Italian Foreign Minister Antonio Tajani. AFP
Conveying Italy's "indignation and worry'' over the crackdown, Italian Foreign Minister Antonio Tajani said he hopes that Iran will respond "positively to Italy's request.''
The deadly crackdown, he said, "has nothing to do with protecting national security of the country.''
Tajani also said Italy was asking that Tehran suspend the death penalty in connection with the protests and immediately halt the executions of prisoners held over the demonstrations.
Tajani added that the Iranian ambassador, Mohammad Reza Saburi, who took up his post on Wednesday, agreed to convey Italy's requests.
Iran has been shaken by mass protests since mid-September over the death of Mahsa Amini, a 22-year-old Iranian Kurdish woman who died after being detained by the country's morality police for allegedly violating Iran's strict dress code for women.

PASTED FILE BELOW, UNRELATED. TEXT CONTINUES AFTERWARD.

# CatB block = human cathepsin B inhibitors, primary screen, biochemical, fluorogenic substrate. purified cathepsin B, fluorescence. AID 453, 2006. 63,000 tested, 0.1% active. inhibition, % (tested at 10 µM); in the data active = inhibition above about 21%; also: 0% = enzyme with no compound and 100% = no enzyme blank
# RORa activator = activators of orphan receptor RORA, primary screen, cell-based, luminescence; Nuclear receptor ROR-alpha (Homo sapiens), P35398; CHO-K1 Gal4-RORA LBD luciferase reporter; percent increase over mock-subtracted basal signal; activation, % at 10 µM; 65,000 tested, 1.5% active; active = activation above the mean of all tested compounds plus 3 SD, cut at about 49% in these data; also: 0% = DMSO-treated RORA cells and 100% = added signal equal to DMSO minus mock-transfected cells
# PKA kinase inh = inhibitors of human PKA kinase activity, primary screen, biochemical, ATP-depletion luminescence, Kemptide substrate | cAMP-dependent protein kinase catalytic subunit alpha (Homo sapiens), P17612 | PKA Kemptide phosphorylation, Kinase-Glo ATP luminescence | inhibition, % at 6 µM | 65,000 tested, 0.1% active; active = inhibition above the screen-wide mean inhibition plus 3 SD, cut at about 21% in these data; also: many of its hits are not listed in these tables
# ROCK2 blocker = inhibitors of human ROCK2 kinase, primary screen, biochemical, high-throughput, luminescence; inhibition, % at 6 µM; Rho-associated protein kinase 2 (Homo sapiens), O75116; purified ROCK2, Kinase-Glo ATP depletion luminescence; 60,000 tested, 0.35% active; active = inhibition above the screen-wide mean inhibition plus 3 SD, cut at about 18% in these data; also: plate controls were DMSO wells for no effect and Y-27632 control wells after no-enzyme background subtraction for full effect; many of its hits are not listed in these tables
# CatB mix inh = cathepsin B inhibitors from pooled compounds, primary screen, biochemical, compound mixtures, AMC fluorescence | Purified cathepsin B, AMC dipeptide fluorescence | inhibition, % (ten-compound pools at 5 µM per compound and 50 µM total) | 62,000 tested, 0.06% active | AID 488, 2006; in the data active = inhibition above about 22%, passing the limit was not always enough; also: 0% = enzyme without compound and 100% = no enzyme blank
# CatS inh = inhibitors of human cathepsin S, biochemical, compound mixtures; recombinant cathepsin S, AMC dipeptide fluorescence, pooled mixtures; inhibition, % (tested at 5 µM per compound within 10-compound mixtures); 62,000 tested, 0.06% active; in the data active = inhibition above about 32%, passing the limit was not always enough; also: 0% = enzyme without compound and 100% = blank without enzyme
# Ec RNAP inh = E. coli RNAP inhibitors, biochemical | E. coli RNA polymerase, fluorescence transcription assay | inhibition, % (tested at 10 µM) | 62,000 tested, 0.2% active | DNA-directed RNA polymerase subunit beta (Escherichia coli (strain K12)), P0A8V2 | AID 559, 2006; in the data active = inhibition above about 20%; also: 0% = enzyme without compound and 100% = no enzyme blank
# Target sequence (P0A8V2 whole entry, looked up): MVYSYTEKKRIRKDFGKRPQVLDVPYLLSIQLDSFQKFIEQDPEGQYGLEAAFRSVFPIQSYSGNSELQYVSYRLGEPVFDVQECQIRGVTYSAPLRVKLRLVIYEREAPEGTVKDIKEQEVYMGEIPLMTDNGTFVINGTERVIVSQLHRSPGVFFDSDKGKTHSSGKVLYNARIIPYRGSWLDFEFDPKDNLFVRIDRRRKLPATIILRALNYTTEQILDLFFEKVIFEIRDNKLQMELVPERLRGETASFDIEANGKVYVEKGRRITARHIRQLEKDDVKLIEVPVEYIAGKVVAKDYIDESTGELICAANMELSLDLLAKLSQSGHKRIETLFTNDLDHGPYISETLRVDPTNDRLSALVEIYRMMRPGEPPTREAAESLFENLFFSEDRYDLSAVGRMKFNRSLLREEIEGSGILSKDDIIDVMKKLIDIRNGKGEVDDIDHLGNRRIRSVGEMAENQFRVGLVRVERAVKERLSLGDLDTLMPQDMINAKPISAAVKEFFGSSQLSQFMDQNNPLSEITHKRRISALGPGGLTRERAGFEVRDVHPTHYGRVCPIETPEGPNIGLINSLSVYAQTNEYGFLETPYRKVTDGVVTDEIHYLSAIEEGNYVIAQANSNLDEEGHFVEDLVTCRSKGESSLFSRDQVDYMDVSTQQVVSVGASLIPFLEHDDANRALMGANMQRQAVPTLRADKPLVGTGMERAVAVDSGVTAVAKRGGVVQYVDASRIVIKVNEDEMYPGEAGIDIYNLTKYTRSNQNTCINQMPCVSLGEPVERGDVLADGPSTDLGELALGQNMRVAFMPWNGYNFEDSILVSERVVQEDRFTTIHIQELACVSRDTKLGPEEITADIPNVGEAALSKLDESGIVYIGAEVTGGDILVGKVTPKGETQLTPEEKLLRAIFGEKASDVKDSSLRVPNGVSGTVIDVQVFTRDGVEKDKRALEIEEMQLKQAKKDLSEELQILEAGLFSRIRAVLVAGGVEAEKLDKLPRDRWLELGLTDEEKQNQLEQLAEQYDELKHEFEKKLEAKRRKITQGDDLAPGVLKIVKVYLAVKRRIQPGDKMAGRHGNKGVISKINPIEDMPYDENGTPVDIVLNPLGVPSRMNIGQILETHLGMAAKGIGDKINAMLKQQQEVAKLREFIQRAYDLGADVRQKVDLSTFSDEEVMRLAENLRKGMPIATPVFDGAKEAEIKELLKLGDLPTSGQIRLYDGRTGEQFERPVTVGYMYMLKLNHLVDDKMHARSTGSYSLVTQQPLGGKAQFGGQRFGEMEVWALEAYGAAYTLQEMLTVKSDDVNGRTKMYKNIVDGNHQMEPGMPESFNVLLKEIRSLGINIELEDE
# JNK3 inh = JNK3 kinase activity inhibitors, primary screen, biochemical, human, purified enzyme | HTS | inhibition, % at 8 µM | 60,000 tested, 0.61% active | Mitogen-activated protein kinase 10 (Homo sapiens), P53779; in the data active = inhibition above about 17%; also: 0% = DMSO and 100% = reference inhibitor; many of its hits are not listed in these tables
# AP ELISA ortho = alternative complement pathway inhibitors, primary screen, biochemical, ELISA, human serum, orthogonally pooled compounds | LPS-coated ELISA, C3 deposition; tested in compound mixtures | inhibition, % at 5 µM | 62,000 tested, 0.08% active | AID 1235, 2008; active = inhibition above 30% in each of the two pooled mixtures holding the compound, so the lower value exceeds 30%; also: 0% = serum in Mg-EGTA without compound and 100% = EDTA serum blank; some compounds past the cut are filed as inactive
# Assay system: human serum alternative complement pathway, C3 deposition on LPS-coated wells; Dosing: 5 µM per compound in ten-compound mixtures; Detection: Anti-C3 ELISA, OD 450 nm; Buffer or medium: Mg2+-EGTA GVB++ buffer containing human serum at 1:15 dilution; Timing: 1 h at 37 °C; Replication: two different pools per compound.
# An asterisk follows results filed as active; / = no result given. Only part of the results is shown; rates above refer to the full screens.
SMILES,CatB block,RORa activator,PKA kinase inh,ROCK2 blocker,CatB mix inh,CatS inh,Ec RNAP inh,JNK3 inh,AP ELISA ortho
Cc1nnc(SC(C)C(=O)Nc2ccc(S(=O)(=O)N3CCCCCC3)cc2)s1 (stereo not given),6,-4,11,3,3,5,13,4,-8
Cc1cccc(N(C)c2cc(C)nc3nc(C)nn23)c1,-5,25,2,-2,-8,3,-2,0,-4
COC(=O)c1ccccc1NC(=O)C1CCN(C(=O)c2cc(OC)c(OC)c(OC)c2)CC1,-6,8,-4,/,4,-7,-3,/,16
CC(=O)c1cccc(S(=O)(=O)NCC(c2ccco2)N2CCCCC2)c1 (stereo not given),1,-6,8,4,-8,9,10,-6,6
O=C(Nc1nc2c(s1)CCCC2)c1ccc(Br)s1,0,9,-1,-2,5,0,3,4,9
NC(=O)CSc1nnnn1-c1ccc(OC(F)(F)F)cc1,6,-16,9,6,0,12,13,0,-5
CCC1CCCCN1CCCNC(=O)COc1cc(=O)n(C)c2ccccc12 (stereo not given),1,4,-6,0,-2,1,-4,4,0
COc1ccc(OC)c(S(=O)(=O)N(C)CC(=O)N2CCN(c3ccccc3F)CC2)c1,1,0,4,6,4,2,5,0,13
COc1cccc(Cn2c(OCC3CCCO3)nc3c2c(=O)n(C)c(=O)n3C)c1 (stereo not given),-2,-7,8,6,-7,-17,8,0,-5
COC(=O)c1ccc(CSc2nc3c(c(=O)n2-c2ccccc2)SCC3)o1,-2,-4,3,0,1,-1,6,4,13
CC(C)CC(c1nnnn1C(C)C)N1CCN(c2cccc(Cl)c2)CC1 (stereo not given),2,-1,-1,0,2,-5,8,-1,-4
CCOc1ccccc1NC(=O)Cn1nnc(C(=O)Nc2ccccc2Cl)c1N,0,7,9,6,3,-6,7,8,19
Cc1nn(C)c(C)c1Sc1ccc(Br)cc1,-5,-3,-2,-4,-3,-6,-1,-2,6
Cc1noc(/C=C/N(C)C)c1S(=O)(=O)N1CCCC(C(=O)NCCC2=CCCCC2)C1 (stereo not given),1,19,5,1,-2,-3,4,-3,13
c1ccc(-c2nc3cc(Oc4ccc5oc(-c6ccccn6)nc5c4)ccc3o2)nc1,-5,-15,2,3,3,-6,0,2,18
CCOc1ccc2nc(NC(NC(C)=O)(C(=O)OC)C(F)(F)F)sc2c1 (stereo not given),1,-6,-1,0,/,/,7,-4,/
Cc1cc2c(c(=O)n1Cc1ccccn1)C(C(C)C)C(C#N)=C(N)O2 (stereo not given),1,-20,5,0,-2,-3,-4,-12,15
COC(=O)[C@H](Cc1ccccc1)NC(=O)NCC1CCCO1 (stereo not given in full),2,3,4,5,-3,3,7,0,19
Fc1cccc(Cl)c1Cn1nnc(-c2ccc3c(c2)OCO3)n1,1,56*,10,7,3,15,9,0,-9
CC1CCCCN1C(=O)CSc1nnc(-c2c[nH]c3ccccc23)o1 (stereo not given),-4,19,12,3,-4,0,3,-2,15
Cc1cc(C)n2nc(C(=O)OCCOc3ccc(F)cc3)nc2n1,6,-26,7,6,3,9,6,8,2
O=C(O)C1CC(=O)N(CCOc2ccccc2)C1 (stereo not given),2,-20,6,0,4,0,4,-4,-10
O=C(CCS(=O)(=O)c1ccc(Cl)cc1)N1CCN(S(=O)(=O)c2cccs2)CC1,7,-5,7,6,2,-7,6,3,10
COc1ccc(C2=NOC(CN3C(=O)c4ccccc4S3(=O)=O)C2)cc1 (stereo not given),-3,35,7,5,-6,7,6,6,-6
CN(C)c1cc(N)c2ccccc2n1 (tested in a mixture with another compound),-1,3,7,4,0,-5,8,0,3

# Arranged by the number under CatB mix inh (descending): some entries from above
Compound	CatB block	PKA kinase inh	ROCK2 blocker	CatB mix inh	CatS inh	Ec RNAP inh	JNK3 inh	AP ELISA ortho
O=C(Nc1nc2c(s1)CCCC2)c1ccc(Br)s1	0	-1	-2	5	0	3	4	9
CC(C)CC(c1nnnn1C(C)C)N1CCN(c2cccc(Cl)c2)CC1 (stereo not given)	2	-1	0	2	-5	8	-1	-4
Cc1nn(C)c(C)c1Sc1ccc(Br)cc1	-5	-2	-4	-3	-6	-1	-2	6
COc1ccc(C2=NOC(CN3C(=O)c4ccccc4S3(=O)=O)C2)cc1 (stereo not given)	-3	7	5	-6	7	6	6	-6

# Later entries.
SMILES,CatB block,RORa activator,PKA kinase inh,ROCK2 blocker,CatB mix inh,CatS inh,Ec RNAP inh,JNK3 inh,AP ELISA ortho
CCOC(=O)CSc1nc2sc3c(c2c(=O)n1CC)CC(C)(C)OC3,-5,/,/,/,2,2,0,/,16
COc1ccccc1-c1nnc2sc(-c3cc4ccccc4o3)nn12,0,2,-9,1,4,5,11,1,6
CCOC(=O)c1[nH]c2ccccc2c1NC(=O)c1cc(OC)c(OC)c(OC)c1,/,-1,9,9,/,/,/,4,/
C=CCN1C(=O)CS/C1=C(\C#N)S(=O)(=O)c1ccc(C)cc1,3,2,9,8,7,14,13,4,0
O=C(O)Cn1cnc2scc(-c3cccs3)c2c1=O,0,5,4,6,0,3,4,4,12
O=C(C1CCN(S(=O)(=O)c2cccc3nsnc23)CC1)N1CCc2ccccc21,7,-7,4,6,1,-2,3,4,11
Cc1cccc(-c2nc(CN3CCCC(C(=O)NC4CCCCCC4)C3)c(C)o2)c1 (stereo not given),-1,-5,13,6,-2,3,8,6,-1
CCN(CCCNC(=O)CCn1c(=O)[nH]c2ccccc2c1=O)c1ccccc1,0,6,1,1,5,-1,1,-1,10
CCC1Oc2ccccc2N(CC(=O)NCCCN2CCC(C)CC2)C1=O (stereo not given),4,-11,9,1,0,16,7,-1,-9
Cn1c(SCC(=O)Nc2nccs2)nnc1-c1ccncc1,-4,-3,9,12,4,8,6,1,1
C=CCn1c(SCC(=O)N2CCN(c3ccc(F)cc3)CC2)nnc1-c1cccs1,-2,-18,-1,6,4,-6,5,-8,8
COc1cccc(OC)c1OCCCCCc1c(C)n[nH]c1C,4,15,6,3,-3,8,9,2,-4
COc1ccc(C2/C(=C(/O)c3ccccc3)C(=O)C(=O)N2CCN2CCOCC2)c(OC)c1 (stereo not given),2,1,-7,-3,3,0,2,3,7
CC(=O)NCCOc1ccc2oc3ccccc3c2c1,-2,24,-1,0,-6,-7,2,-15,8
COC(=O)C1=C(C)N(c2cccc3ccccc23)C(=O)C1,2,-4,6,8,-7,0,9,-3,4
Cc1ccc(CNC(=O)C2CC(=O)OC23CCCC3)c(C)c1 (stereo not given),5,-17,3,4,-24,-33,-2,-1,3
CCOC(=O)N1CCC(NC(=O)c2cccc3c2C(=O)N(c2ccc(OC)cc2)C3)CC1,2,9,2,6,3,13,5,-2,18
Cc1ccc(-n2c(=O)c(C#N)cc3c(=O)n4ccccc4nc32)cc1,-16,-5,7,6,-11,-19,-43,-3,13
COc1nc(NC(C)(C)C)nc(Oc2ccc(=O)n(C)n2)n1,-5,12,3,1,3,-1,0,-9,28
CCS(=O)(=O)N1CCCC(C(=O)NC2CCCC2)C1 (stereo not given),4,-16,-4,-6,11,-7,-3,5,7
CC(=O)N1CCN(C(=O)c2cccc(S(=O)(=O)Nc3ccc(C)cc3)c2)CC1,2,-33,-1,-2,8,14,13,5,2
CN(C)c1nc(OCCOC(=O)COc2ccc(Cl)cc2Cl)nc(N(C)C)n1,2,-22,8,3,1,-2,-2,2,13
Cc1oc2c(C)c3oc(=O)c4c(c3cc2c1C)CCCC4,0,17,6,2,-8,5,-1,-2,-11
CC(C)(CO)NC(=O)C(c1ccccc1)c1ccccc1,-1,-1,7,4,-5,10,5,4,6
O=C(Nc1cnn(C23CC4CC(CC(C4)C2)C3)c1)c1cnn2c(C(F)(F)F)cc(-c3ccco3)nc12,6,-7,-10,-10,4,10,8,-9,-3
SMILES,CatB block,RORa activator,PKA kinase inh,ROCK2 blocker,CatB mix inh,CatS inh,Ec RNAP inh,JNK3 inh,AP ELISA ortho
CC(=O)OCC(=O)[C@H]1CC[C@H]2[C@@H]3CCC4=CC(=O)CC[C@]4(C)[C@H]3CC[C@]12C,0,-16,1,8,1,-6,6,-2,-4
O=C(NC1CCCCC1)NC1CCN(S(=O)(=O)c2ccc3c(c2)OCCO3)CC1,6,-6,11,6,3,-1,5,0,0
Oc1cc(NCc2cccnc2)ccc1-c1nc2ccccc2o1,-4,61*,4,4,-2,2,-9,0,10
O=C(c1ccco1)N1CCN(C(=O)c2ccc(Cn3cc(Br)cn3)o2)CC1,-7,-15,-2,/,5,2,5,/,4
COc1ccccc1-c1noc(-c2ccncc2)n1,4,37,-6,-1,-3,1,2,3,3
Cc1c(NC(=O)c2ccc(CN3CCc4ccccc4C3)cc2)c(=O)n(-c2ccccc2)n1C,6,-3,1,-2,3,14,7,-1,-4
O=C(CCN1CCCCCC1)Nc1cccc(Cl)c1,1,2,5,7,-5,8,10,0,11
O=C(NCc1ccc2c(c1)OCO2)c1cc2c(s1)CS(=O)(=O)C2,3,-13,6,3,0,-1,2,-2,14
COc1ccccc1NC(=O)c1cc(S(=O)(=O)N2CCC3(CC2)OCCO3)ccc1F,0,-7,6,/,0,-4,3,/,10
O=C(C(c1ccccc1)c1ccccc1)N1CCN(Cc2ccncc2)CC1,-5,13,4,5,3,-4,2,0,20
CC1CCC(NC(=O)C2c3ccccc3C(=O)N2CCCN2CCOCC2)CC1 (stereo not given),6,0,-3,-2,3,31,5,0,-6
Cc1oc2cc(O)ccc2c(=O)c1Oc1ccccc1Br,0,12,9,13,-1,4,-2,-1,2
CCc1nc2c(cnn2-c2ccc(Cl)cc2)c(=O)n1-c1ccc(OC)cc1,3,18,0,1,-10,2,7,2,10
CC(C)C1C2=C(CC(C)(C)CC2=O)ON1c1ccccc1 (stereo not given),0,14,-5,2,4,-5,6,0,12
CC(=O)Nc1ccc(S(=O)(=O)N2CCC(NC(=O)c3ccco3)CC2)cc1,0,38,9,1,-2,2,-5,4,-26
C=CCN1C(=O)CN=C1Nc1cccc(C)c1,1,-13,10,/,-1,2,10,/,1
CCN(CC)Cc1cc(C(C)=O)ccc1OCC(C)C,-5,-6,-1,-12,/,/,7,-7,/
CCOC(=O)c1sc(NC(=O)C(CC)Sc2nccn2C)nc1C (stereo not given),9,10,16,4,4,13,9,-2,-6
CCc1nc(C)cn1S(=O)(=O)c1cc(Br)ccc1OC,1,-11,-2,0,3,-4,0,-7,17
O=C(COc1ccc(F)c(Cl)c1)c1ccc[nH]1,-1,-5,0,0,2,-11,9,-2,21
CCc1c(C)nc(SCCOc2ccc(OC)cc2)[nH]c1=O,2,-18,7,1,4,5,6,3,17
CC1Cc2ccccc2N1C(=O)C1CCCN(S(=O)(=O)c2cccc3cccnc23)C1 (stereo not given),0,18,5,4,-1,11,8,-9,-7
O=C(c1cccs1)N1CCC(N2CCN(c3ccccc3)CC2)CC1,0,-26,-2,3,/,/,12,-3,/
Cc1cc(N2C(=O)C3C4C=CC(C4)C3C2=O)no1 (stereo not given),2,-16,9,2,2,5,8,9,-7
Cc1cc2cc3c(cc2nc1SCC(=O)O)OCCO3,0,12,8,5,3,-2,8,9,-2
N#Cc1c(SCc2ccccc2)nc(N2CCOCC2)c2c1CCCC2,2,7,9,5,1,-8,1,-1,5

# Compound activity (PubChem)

The protests rapidly escalated into calls for the overthrow of Iran's theocracy, established after the 1979 Islamic Revolution, marking one of the biggest challenges to the Iranian clerical rule in over four decades.
At least 507 protesters have been killed and more than 18,500 people have been arrested, according to Human Rights Activists in Iran, a group that has closely monitored the unrest. Iranian authorities have not released figures for those killed or arrested.
"We only ask that women aren't massacred because they take off their veil,'' Tajani said. "We ask that young women are not condemned to death because they take part in protests, that children are not killed at roadblocks.''
Seeking to stamp out the demonstrations and ramp up pressure on critics, Iran has sentenced several protesters to death and carried out two executions despite widespread international criticism.
The European Union foreign ministers, including Tajani, imposed new sanctions earlier this month over the crackdown, targeting senior clerics, officials and state media employees with travel bans and freezing the assets of 20 individuals.